Two Blasts In IAF station In Jammu, Drone Activity Suspected

-By NET Web Desk

To carry out Sunday’s blast at an IAF base in Jammu a drone was used, suspects security officials. Several instances being recorded of drones dropping weapons, drugs, and explosives in Jammu and Punjab regions in the past two to three years.

According to a security establishment officer, “Use of drones for surveillance has been there for many years. Even we use them. But in the past few years, we have seen increasing use of drones for dropping weapons and explosives. We have seen them dropping assembled IEDs for future use. The Jammu attack is the first instance of drones being used directly for an attack. These quad-hexacopter drones can carry payloads over 14-15 kg. That makes them quite a threat as so much explosive can cause quite extensive damage,”

The Border Security Force (BSF) has discovered and busted many such drone infiltrations by Pakistan drones in Jammu. On May 14, BSF troops carried out a search operation in the Samba sector after obtaining specific information regarding dropping of arms and ammunition and recovered one AK-47 assault rifle, one pistol, one magazine, 15 rounds for a 9 mm weapon and wrapping material were recovered approximately 250 metres inside Indian territory from the border.

Similarly, last year on June 20, in Kathua district’s Hiranagar sector, the BSF even shot down one such drone carrying arms and ammunition. it was 8 x 6.2ft in size and weighed 18kg. The drone was carrying a payload of nearly 5kg, which includes a US-made M4 semi-automatic carbine, two magazines, 60 rounds and seven Chinese grenades.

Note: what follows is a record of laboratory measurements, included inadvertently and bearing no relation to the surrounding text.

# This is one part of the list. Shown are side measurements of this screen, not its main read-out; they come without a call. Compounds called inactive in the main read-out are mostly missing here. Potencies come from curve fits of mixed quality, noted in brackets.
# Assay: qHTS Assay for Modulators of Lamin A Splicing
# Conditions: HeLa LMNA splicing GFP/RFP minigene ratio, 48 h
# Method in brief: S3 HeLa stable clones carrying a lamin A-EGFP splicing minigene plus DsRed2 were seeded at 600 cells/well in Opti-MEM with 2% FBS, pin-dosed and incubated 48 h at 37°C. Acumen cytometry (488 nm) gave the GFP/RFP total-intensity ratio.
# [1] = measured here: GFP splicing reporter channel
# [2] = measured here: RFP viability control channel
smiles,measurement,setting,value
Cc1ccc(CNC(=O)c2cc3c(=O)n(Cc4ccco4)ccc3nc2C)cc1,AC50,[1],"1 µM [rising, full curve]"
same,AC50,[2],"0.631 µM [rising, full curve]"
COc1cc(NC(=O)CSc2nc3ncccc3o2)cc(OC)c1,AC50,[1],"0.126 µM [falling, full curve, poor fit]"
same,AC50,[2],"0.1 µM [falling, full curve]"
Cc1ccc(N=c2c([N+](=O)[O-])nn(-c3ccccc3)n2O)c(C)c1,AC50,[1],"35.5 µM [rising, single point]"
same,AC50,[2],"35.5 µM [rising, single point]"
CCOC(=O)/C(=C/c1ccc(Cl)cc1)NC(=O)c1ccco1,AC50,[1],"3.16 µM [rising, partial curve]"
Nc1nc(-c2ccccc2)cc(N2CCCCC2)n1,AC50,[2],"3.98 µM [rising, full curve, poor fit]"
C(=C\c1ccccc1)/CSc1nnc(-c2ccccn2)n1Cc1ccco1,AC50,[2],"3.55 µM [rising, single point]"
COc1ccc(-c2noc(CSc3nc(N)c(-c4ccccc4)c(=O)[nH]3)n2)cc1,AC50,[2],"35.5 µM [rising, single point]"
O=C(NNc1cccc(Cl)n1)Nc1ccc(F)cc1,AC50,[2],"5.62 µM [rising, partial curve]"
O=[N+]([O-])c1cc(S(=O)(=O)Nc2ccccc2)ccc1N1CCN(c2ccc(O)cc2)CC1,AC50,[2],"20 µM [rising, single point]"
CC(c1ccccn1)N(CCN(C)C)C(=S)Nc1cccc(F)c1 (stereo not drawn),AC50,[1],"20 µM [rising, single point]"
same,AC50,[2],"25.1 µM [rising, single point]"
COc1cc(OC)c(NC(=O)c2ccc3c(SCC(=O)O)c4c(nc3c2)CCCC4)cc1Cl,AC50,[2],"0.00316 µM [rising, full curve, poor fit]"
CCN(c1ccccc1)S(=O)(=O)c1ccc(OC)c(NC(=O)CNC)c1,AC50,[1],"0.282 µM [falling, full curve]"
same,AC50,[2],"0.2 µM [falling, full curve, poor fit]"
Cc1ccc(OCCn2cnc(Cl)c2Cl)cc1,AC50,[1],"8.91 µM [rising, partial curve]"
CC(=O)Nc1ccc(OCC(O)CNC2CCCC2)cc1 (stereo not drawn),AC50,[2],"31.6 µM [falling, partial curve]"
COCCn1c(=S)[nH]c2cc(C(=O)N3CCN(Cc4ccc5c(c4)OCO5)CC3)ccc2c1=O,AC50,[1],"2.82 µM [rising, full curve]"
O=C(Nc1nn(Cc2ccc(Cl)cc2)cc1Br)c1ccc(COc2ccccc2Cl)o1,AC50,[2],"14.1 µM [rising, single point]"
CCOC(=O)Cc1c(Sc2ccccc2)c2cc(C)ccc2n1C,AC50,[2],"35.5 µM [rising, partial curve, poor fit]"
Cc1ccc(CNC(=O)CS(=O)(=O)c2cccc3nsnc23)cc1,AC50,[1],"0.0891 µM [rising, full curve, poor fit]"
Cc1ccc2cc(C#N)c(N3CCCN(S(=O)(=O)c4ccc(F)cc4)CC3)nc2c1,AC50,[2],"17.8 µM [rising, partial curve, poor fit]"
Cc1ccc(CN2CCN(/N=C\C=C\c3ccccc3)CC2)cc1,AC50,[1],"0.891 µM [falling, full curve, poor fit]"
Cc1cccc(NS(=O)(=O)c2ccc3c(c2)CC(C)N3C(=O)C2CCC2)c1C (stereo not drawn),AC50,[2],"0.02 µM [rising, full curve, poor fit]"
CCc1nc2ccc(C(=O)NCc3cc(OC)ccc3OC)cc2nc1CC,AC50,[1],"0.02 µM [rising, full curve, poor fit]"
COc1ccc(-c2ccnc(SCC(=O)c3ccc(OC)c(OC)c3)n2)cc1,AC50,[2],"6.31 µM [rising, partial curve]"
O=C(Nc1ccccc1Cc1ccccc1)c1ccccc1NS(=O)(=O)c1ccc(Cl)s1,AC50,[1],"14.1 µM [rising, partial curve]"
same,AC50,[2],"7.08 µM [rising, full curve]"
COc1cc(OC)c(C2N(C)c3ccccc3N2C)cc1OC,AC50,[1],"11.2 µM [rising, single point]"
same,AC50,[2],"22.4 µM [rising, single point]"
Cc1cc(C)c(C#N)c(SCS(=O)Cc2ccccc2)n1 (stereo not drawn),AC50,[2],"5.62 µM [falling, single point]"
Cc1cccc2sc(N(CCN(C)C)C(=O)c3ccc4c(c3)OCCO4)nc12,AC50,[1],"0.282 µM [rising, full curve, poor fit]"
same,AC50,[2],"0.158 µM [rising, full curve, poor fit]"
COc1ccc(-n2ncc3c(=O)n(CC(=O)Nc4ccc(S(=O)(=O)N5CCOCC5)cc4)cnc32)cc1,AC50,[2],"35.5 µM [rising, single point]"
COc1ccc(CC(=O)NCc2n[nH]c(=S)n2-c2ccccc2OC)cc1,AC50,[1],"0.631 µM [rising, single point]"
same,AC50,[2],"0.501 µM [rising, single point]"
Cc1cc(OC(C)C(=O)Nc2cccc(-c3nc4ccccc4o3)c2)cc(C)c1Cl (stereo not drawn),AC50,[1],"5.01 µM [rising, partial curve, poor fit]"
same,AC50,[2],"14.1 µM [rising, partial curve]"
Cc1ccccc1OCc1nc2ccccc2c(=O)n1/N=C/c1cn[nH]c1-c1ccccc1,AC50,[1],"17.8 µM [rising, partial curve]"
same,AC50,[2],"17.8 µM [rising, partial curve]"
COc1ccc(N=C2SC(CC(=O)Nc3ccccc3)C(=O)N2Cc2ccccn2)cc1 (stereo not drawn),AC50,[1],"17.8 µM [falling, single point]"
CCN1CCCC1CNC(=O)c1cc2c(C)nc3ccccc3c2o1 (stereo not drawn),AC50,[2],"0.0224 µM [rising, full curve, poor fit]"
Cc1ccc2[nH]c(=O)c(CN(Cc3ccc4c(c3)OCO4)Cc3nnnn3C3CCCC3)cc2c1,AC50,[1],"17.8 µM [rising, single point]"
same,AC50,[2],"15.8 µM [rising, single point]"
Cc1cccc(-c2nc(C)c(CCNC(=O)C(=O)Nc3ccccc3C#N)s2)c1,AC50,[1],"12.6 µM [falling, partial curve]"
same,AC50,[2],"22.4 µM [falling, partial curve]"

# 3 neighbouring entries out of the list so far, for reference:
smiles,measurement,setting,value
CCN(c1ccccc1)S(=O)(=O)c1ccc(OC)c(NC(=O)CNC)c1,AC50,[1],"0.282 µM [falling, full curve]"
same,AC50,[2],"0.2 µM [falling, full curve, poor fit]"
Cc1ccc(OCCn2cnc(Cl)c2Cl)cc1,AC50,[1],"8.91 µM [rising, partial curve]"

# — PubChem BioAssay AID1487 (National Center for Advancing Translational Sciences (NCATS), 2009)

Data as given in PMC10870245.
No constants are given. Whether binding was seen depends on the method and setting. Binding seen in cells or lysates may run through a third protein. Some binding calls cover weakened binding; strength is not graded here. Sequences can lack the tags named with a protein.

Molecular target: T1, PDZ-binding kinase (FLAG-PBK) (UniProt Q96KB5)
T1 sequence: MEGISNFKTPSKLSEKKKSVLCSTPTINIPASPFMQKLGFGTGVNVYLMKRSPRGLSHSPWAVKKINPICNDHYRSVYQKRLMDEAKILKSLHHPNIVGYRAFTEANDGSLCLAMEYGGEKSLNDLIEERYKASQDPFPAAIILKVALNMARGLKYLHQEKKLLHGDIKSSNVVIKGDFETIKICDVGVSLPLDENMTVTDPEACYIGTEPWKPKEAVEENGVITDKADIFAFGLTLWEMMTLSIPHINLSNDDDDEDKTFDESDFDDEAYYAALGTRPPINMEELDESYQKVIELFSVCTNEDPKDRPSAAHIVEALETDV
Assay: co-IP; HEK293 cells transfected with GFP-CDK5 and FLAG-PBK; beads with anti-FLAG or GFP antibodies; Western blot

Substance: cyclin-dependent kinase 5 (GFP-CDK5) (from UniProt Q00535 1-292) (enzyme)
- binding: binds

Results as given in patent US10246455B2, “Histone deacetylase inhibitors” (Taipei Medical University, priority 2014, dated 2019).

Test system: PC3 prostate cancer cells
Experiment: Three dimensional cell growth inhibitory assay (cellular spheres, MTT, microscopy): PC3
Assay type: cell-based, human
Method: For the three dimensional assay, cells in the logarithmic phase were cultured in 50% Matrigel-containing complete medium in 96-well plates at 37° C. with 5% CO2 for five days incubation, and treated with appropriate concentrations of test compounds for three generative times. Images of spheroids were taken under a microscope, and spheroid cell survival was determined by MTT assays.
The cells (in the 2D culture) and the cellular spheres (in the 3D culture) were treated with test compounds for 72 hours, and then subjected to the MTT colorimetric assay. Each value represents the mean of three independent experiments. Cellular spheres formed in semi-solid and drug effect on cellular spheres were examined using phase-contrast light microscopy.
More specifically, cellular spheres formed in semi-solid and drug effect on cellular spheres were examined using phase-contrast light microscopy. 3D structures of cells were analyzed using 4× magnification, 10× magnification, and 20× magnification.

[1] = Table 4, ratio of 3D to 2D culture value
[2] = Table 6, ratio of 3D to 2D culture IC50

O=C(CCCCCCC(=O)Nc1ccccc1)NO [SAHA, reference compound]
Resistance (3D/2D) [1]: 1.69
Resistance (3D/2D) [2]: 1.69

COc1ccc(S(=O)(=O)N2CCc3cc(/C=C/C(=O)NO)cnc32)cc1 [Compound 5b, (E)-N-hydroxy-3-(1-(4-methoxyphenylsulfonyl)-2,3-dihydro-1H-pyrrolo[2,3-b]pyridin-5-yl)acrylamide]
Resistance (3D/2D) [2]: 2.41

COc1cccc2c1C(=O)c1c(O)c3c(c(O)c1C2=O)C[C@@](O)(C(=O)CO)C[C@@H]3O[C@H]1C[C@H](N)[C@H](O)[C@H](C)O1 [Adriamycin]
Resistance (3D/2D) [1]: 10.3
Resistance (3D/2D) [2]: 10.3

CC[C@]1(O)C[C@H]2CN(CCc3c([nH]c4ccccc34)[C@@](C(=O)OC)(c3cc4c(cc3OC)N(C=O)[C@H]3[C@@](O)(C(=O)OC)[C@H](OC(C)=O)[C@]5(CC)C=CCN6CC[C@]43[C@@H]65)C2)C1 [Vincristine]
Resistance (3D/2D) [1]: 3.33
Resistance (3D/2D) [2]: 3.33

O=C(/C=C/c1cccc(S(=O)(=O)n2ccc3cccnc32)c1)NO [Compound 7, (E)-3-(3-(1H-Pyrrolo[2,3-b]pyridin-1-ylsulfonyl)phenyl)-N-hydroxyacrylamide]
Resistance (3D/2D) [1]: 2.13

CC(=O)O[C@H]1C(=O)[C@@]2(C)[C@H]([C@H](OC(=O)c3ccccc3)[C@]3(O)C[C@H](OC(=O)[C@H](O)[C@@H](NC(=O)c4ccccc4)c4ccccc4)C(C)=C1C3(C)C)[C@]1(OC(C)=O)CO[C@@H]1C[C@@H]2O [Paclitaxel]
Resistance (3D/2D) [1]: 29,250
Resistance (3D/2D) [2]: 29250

The Jammu IAF base is about 14 km from the border. Sources said in the past, drones have dropped weapons as far as 12 km from the border. This was the longest journey that any drone has covered from either side of the border.

The BSF has been pushing the Ministry of Home Affairs (MHA) to get the latest technology to disable the incoming drones for the past few years. After the assassination of Iranian military officer Qasim Suleimani in a US drone attack in January 2020, they began pushing it with greater vigour.

The officer said.“Some forces have bought drone-disabling technology, but they are area-specific. We want a wall across our border that can cut radio frequency and disable GPS, the two key technologies guiding a majority of drones these days,”.

He added that shooting down drones is the only option that forces have at present. But it has its challenges such as shooting it would require sniper fire and the drone to be within the range also, sighting drones, especially during the night, is not easy.